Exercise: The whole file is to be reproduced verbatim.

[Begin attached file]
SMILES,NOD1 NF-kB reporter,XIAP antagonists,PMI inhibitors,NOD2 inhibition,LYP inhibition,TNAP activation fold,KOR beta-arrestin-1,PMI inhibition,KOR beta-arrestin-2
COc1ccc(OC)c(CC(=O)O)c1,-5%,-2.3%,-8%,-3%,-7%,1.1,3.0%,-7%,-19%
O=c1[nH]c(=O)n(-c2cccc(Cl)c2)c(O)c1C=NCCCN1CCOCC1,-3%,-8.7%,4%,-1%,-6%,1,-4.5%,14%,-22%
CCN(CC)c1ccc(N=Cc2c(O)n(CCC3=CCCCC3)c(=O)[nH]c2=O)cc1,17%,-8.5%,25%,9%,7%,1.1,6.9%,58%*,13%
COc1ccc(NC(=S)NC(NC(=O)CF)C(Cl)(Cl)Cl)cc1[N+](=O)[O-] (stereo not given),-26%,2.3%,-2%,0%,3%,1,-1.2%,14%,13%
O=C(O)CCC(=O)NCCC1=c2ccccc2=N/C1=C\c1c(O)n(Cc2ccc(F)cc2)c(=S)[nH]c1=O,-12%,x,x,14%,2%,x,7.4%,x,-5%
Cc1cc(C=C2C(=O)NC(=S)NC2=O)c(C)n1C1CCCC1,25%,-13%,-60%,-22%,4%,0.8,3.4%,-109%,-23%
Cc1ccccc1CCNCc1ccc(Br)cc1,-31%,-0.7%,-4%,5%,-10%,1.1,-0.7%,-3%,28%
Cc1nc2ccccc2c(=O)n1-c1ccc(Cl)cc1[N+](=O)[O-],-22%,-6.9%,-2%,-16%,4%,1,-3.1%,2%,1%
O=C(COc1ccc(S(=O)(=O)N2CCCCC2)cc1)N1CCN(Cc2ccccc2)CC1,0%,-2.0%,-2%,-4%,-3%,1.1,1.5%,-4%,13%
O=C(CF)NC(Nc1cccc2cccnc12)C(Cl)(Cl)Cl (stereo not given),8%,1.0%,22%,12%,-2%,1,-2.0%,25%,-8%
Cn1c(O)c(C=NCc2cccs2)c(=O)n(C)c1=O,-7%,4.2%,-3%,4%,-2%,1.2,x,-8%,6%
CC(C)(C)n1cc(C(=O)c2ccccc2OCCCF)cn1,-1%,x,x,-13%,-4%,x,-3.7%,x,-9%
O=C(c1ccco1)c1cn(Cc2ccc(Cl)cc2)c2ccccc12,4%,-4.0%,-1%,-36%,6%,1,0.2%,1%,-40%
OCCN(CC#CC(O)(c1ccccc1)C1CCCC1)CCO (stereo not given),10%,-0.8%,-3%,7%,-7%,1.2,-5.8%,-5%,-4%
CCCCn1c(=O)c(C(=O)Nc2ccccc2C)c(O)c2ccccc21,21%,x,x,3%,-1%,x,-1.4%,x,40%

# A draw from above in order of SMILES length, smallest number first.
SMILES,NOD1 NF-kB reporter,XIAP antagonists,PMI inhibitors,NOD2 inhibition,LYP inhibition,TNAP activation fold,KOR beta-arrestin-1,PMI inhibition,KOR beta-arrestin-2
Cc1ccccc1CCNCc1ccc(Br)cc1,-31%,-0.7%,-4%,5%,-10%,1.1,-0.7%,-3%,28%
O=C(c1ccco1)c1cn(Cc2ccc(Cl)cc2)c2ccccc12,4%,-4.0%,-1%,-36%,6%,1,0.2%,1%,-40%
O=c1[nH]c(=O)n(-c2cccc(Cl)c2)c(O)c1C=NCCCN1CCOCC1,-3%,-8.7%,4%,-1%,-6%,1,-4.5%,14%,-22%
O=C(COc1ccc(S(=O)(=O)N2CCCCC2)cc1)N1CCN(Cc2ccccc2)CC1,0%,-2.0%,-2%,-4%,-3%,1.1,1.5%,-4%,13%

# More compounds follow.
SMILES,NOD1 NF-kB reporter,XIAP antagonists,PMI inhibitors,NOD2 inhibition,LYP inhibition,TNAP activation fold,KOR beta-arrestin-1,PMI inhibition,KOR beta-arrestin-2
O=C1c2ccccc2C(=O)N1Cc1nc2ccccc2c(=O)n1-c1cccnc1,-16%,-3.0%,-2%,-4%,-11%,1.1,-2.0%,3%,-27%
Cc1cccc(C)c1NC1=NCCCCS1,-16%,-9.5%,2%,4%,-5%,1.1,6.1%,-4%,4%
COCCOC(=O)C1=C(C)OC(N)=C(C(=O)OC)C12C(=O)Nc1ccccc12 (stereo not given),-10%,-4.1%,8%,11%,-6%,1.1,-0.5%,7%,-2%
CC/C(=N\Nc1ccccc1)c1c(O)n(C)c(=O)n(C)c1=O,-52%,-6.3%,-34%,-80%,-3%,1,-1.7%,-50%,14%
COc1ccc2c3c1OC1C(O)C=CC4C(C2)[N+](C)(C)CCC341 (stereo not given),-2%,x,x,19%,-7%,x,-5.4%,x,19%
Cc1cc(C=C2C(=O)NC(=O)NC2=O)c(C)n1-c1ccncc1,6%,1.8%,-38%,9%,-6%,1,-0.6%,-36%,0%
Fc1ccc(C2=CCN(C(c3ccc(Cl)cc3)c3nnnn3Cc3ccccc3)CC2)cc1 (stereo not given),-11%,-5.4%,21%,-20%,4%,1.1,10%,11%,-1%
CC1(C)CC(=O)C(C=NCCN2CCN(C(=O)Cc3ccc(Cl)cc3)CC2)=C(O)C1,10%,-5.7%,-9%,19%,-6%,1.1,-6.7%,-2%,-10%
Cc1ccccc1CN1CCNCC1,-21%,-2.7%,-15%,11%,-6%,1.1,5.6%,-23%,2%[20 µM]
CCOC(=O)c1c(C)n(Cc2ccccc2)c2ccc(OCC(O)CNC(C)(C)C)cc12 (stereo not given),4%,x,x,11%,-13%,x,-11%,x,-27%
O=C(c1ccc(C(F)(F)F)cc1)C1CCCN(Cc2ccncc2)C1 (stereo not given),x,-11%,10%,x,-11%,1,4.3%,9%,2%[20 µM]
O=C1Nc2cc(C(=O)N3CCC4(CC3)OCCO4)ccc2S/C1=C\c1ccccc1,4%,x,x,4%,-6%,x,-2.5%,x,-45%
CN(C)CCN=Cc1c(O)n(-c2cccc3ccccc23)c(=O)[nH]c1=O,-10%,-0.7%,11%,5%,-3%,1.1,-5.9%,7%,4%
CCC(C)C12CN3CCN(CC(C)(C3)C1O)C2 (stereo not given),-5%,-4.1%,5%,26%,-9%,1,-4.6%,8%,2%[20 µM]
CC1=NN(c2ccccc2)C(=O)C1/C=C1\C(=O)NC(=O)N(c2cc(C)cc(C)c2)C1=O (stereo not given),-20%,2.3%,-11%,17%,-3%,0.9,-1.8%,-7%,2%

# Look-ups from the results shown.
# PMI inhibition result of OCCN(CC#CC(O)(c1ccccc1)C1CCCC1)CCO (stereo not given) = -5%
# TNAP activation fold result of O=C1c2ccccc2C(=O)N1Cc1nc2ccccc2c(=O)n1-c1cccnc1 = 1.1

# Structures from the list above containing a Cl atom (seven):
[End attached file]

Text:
SMILES,NOD1 NF-kB reporter,XIAP antagonists,PMI inhibitors,NOD2 inhibition,LYP inhibition,TNAP activation fold,KOR beta-arrestin-1,PMI inhibition,KOR beta-arrestin-2
COc1ccc(OC)c(CC(=O)O)c1,-5%,-2.3%,-8%,-3%,-7%,1.1,3.0%,-7%,-19%
O=c1[nH]c(=O)n(-c2cccc(Cl)c2)c(O)c1C=NCCCN1CCOCC1,-3%,-8.7%,4%,-1%,-6%,1,-4.5%,14%,-22%
CCN(CC)c1ccc(N=Cc2c(O)n(CCC3=CCCCC3)c(=O)[nH]c2=O)cc1,17%,-8.5%,25%,9%,7%,1.1,6.9%,58%*,13%
COc1ccc(NC(=S)NC(NC(=O)CF)C(Cl)(Cl)Cl)cc1[N+](=O)[O-] (stereo not given),-26%,2.3%,-2%,0%,3%,1,-1.2%,14%,13%
O=C(O)CCC(=O)NCCC1=c2ccccc2=N/C1=C\c1c(O)n(Cc2ccc(F)cc2)c(=S)[nH]c1=O,-12%,x,x,14%,2%,x,7.4%,x,-5%
Cc1cc(C=C2C(=O)NC(=S)NC2=O)c(C)n1C1CCCC1,25%,-13%,-60%,-22%,4%,0.8,3.4%,-109%,-23%
Cc1ccccc1CCNCc1ccc(Br)cc1,-31%,-0.7%,-4%,5%,-10%,1.1,-0.7%,-3%,28%
Cc1nc2ccccc2c(=O)n1-c1ccc(Cl)cc1[N+](=O)[O-],-22%,-6.9%,-2%,-16%,4%,1,-3.1%,2%,1%
O=C(COc1ccc(S(=O)(=O)N2CCCCC2)cc1)N1CCN(Cc2ccccc2)CC1,0%,-2.0%,-2%,-4%,-3%,1.1,1.5%,-4%,13%
O=C(CF)NC(Nc1cccc2cccnc12)C(Cl)(Cl)Cl (stereo not given),8%,1.0%,22%,12%,-2%,1,-2.0%,25%,-8%
Cn1c(O)c(C=NCc2cccs2)c(=O)n(C)c1=O,-7%,4.2%,-3%,4%,-2%,1.2,x,-8%,6%
CC(C)(C)n1cc(C(=O)c2ccccc2OCCCF)cn1,-1%,x,x,-13%,-4%,x,-3.7%,x,-9%
O=C(c1ccco1)c1cn(Cc2ccc(Cl)cc2)c2ccccc12,4%,-4.0%,-1%,-36%,6%,1,0.2%,1%,-40%
OCCN(CC#CC(O)(c1ccccc1)C1CCCC1)CCO (stereo not given),10%,-0.8%,-3%,7%,-7%,1.2,-5.8%,-5%,-4%
CCCCn1c(=O)c(C(=O)Nc2ccccc2C)c(O)c2ccccc21,21%,x,x,3%,-1%,x,-1.4%,x,40%

# A draw from above in order of SMILES length, smallest number first.
SMILES,NOD1 NF-kB reporter,XIAP antagonists,PMI inhibitors,NOD2 inhibition,LYP inhibition,TNAP activation fold,KOR beta-arrestin-1,PMI inhibition,KOR beta-arrestin-2
Cc1ccccc1CCNCc1ccc(Br)cc1,-31%,-0.7%,-4%,5%,-10%,1.1,-0.7%,-3%,28%
O=C(c1ccco1)c1cn(Cc2ccc(Cl)cc2)c2ccccc12,4%,-4.0%,-1%,-36%,6%,1,0.2%,1%,-40%
O=c1[nH]c(=O)n(-c2cccc(Cl)c2)c(O)c1C=NCCCN1CCOCC1,-3%,-8.7%,4%,-1%,-6%,1,-4.5%,14%,-22%
O=C(COc1ccc(S(=O)(=O)N2CCCCC2)cc1)N1CCN(Cc2ccccc2)CC1,0%,-2.0%,-2%,-4%,-3%,1.1,1.5%,-4%,13%

# More compounds follow.
SMILES,NOD1 NF-kB reporter,XIAP antagonists,PMI inhibitors,NOD2 inhibition,LYP inhibition,TNAP activation fold,KOR beta-arrestin-1,PMI inhibition,KOR beta-arrestin-2
O=C1c2ccccc2C(=O)N1Cc1nc2ccccc2c(=O)n1-c1cccnc1,-16%,-3.0%,-2%,-4%,-11%,1.1,-2.0%,3%,-27%
Cc1cccc(C)c1NC1=NCCCCS1,-16%,-9.5%,2%,4%,-5%,1.1,6.1%,-4%,4%
COCCOC(=O)C1=C(C)OC(N)=C(C(=O)OC)C12C(=O)Nc1ccccc12 (stereo not given),-10%,-4.1%,8%,11%,-6%,1.1,-0.5%,7%,-2%
CC/C(=N\Nc1ccccc1)c1c(O)n(C)c(=O)n(C)c1=O,-52%,-6.3%,-34%,-80%,-3%,1,-1.7%,-50%,14%
COc1ccc2c3c1OC1C(O)C=CC4C(C2)[N+](C)(C)CCC341 (stereo not given),-2%,x,x,19%,-7%,x,-5.4%,x,19%
Cc1cc(C=C2C(=O)NC(=O)NC2=O)c(C)n1-c1ccncc1,6%,1.8%,-38%,9%,-6%,1,-0.6%,-36%,0%
Fc1ccc(C2=CCN(C(c3ccc(Cl)cc3)c3nnnn3Cc3ccccc3)CC2)cc1 (stereo not given),-11%,-5.4%,21%,-20%,4%,1.1,10%,11%,-1%
CC1(C)CC(=O)C(C=NCCN2CCN(C(=O)Cc3ccc(Cl)cc3)CC2)=C(O)C1,10%,-5.7%,-9%,19%,-6%,1.1,-6.7%,-2%,-10%
Cc1ccccc1CN1CCNCC1,-21%,-2.7%,-15%,11%,-6%,1.1,5.6%,-23%,2%[20 µM]
CCOC(=O)c1c(C)n(Cc2ccccc2)c2ccc(OCC(O)CNC(C)(C)C)cc12 (stereo not given),4%,x,x,11%,-13%,x,-11%,x,-27%
O=C(c1ccc(C(F)(F)F)cc1)C1CCCN(Cc2ccncc2)C1 (stereo not given),x,-11%,10%,x,-11%,1,4.3%,9%,2%[20 µM]
O=C1Nc2cc(C(=O)N3CCC4(CC3)OCCO4)ccc2S/C1=C\c1ccccc1,4%,x,x,4%,-6%,x,-2.5%,x,-45%
CN(C)CCN=Cc1c(O)n(-c2cccc3ccccc23)c(=O)[nH]c1=O,-10%,-0.7%,11%,5%,-3%,1.1,-5.9%,7%,4%
CCC(C)C12CN3CCN(CC(C)(C3)C1O)C2 (stereo not given),-5%,-4.1%,5%,26%,-9%,1,-4.6%,8%,2%[20 µM]
CC1=NN(c2ccccc2)C(=O)C1/C=C1\C(=O)NC(=O)N(c2cc(C)cc(C)c2)C1=O (stereo not given),-20%,2.3%,-11%,17%,-3%,0.9,-1.8%,-7%,2%

# Look-ups from the results shown.
# PMI inhibition result of OCCN(CC#CC(O)(c1ccccc1)C1CCCC1)CCO (stereo not given) = -5%
# TNAP activation fold result of O=C1c2ccccc2C(=O)N1Cc1nc2ccccc2c(=O)n1-c1cccnc1 = 1.1

# Structures from the list above containing a Cl atom (seven):